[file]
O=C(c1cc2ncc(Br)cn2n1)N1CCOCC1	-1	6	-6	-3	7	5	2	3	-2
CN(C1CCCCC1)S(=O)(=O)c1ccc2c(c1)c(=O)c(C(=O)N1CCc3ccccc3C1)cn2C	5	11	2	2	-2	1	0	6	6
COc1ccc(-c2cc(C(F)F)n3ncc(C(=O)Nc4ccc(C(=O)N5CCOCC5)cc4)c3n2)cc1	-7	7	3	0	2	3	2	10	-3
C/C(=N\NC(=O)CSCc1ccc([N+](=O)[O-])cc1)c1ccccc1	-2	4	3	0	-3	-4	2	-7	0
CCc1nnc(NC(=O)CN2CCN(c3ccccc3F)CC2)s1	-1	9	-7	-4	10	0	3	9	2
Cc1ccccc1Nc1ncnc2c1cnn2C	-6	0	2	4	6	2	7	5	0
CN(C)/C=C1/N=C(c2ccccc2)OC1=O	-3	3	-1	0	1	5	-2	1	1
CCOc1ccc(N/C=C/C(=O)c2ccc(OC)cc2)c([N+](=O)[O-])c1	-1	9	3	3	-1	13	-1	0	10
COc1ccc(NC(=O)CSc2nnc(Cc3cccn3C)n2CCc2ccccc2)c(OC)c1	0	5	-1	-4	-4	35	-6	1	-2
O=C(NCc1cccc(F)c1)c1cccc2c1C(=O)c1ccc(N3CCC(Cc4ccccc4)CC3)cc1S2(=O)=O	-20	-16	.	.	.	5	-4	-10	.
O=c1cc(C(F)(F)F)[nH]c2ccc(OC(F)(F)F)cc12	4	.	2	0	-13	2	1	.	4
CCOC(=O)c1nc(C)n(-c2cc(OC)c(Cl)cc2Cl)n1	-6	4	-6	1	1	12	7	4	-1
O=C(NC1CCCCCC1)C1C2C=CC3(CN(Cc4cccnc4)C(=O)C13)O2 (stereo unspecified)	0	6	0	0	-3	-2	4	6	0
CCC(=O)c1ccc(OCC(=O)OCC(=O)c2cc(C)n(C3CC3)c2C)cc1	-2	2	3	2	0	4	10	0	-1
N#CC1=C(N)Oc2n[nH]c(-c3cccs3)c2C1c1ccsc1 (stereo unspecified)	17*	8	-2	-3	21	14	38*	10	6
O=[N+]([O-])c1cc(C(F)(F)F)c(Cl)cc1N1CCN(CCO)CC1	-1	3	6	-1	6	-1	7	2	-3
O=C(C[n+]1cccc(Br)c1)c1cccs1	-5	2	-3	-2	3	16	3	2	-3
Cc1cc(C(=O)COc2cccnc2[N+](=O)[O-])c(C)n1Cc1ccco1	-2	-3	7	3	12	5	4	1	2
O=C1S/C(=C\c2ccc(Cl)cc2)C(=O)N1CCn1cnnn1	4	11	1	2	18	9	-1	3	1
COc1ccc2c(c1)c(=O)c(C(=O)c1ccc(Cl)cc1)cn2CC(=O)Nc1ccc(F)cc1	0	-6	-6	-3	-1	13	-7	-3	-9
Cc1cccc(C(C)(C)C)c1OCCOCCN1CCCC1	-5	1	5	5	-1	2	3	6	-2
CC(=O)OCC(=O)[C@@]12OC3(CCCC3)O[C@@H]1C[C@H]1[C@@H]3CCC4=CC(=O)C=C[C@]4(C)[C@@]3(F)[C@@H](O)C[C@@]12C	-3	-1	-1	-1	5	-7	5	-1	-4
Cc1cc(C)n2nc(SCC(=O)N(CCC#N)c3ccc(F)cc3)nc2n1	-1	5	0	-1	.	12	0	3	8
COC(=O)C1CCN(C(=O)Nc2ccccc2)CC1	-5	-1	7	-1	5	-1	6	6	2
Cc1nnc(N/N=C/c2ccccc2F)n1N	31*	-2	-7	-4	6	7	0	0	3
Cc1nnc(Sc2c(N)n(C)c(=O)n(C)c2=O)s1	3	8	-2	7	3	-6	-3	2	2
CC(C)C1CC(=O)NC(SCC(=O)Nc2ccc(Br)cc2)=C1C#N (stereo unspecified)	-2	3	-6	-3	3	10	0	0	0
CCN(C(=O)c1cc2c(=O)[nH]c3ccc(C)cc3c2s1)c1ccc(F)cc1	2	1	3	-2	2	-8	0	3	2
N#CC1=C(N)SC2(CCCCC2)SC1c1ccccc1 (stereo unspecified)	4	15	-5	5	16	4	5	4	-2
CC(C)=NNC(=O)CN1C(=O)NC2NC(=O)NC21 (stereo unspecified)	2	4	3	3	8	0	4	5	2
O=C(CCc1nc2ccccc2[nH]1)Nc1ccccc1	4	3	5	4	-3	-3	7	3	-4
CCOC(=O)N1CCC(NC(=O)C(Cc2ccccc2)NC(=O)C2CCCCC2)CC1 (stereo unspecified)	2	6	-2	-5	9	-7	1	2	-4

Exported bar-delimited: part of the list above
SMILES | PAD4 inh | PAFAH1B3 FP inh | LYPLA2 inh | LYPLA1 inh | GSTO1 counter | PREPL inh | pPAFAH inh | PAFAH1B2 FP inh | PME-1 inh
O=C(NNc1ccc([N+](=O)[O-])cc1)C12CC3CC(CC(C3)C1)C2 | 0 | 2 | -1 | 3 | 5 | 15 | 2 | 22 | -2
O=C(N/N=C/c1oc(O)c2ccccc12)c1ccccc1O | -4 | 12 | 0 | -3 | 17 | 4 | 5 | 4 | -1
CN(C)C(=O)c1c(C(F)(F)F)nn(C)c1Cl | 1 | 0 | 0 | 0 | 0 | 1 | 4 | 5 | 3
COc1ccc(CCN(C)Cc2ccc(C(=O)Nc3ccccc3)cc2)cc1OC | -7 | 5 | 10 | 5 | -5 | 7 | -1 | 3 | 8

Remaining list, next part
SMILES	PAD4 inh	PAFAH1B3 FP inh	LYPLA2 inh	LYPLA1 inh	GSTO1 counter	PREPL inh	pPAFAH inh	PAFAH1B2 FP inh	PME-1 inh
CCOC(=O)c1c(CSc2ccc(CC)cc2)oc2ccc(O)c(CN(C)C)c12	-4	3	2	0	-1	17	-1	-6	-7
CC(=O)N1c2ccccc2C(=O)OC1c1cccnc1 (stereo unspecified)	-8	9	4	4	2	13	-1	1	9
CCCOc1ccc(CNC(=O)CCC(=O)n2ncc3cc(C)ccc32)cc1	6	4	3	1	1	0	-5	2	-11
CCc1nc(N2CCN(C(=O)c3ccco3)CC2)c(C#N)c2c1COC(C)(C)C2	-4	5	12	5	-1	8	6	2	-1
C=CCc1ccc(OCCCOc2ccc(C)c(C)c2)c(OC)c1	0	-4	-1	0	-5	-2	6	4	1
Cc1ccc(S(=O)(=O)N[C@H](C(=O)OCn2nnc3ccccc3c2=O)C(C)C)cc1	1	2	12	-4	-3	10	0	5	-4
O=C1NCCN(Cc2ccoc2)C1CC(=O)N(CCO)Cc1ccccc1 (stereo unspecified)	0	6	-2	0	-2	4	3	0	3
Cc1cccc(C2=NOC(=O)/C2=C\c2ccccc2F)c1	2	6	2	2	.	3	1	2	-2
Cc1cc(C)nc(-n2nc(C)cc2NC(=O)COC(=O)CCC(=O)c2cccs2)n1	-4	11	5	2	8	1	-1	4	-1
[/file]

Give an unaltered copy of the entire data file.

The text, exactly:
O=C(c1cc2ncc(Br)cn2n1)N1CCOCC1	-1	6	-6	-3	7	5	2	3	-2
CN(C1CCCCC1)S(=O)(=O)c1ccc2c(c1)c(=O)c(C(=O)N1CCc3ccccc3C1)cn2C	5	11	2	2	-2	1	0	6	6
COc1ccc(-c2cc(C(F)F)n3ncc(C(=O)Nc4ccc(C(=O)N5CCOCC5)cc4)c3n2)cc1	-7	7	3	0	2	3	2	10	-3
C/C(=N\NC(=O)CSCc1ccc([N+](=O)[O-])cc1)c1ccccc1	-2	4	3	0	-3	-4	2	-7	0
CCc1nnc(NC(=O)CN2CCN(c3ccccc3F)CC2)s1	-1	9	-7	-4	10	0	3	9	2
Cc1ccccc1Nc1ncnc2c1cnn2C	-6	0	2	4	6	2	7	5	0
CN(C)/C=C1/N=C(c2ccccc2)OC1=O	-3	3	-1	0	1	5	-2	1	1
CCOc1ccc(N/C=C/C(=O)c2ccc(OC)cc2)c([N+](=O)[O-])c1	-1	9	3	3	-1	13	-1	0	10
COc1ccc(NC(=O)CSc2nnc(Cc3cccn3C)n2CCc2ccccc2)c(OC)c1	0	5	-1	-4	-4	35	-6	1	-2
O=C(NCc1cccc(F)c1)c1cccc2c1C(=O)c1ccc(N3CCC(Cc4ccccc4)CC3)cc1S2(=O)=O	-20	-16	.	.	.	5	-4	-10	.
O=c1cc(C(F)(F)F)[nH]c2ccc(OC(F)(F)F)cc12	4	.	2	0	-13	2	1	.	4
CCOC(=O)c1nc(C)n(-c2cc(OC)c(Cl)cc2Cl)n1	-6	4	-6	1	1	12	7	4	-1
O=C(NC1CCCCCC1)C1C2C=CC3(CN(Cc4cccnc4)C(=O)C13)O2 (stereo unspecified)	0	6	0	0	-3	-2	4	6	0
CCC(=O)c1ccc(OCC(=O)OCC(=O)c2cc(C)n(C3CC3)c2C)cc1	-2	2	3	2	0	4	10	0	-1
N#CC1=C(N)Oc2n[nH]c(-c3cccs3)c2C1c1ccsc1 (stereo unspecified)	17*	8	-2	-3	21	14	38*	10	6
O=[N+]([O-])c1cc(C(F)(F)F)c(Cl)cc1N1CCN(CCO)CC1	-1	3	6	-1	6	-1	7	2	-3
O=C(C[n+]1cccc(Br)c1)c1cccs1	-5	2	-3	-2	3	16	3	2	-3
Cc1cc(C(=O)COc2cccnc2[N+](=O)[O-])c(C)n1Cc1ccco1	-2	-3	7	3	12	5	4	1	2
O=C1S/C(=C\c2ccc(Cl)cc2)C(=O)N1CCn1cnnn1	4	11	1	2	18	9	-1	3	1
COc1ccc2c(c1)c(=O)c(C(=O)c1ccc(Cl)cc1)cn2CC(=O)Nc1ccc(F)cc1	0	-6	-6	-3	-1	13	-7	-3	-9
Cc1cccc(C(C)(C)C)c1OCCOCCN1CCCC1	-5	1	5	5	-1	2	3	6	-2
CC(=O)OCC(=O)[C@@]12OC3(CCCC3)O[C@@H]1C[C@H]1[C@@H]3CCC4=CC(=O)C=C[C@]4(C)[C@@]3(F)[C@@H](O)C[C@@]12C	-3	-1	-1	-1	5	-7	5	-1	-4
Cc1cc(C)n2nc(SCC(=O)N(CCC#N)c3ccc(F)cc3)nc2n1	-1	5	0	-1	.	12	0	3	8
COC(=O)C1CCN(C(=O)Nc2ccccc2)CC1	-5	-1	7	-1	5	-1	6	6	2
Cc1nnc(N/N=C/c2ccccc2F)n1N	31*	-2	-7	-4	6	7	0	0	3
Cc1nnc(Sc2c(N)n(C)c(=O)n(C)c2=O)s1	3	8	-2	7	3	-6	-3	2	2
CC(C)C1CC(=O)NC(SCC(=O)Nc2ccc(Br)cc2)=C1C#N (stereo unspecified)	-2	3	-6	-3	3	10	0	0	0
CCN(C(=O)c1cc2c(=O)[nH]c3ccc(C)cc3c2s1)c1ccc(F)cc1	2	1	3	-2	2	-8	0	3	2
N#CC1=C(N)SC2(CCCCC2)SC1c1ccccc1 (stereo unspecified)	4	15	-5	5	16	4	5	4	-2
CC(C)=NNC(=O)CN1C(=O)NC2NC(=O)NC21 (stereo unspecified)	2	4	3	3	8	0	4	5	2
O=C(CCc1nc2ccccc2[nH]1)Nc1ccccc1	4	3	5	4	-3	-3	7	3	-4
CCOC(=O)N1CCC(NC(=O)C(Cc2ccccc2)NC(=O)C2CCCCC2)CC1 (stereo unspecified)	2	6	-2	-5	9	-7	1	2	-4

Exported bar-delimited: part of the list above
SMILES | PAD4 inh | PAFAH1B3 FP inh | LYPLA2 inh | LYPLA1 inh | GSTO1 counter | PREPL inh | pPAFAH inh | PAFAH1B2 FP inh | PME-1 inh
O=C(NNc1ccc([N+](=O)[O-])cc1)C12CC3CC(CC(C3)C1)C2 | 0 | 2 | -1 | 3 | 5 | 15 | 2 | 22 | -2
O=C(N/N=C/c1oc(O)c2ccccc12)c1ccccc1O | -4 | 12 | 0 | -3 | 17 | 4 | 5 | 4 | -1
CN(C)C(=O)c1c(C(F)(F)F)nn(C)c1Cl | 1 | 0 | 0 | 0 | 0 | 1 | 4 | 5 | 3
COc1ccc(CCN(C)Cc2ccc(C(=O)Nc3ccccc3)cc2)cc1OC | -7 | 5 | 10 | 5 | -5 | 7 | -1 | 3 | 8

Remaining list, next part
SMILES	PAD4 inh	PAFAH1B3 FP inh	LYPLA2 inh	LYPLA1 inh	GSTO1 counter	PREPL inh	pPAFAH inh	PAFAH1B2 FP inh	PME-1 inh
CCOC(=O)c1c(CSc2ccc(CC)cc2)oc2ccc(O)c(CN(C)C)c12	-4	3	2	0	-1	17	-1	-6	-7
CC(=O)N1c2ccccc2C(=O)OC1c1cccnc1 (stereo unspecified)	-8	9	4	4	2	13	-1	1	9
CCCOc1ccc(CNC(=O)CCC(=O)n2ncc3cc(C)ccc32)cc1	6	4	3	1	1	0	-5	2	-11
CCc1nc(N2CCN(C(=O)c3ccco3)CC2)c(C#N)c2c1COC(C)(C)C2	-4	5	12	5	-1	8	6	2	-1
C=CCc1ccc(OCCCOc2ccc(C)c(C)c2)c(OC)c1	0	-4	-1	0	-5	-2	6	4	1
Cc1ccc(S(=O)(=O)N[C@H](C(=O)OCn2nnc3ccccc3c2=O)C(C)C)cc1	1	2	12	-4	-3	10	0	5	-4
O=C1NCCN(Cc2ccoc2)C1CC(=O)N(CCO)Cc1ccccc1 (stereo unspecified)	0	6	-2	0	-2	4	3	0	3
Cc1cccc(C2=NOC(=O)/C2=C\c2ccccc2F)c1	2	6	2	2	.	3	1	2	-2
Cc1cc(C)nc(-n2nc(C)cc2NC(=O)COC(=O)CCC(=O)c2cccs2)n1	-4	11	5	2	8	1	-1	4	-1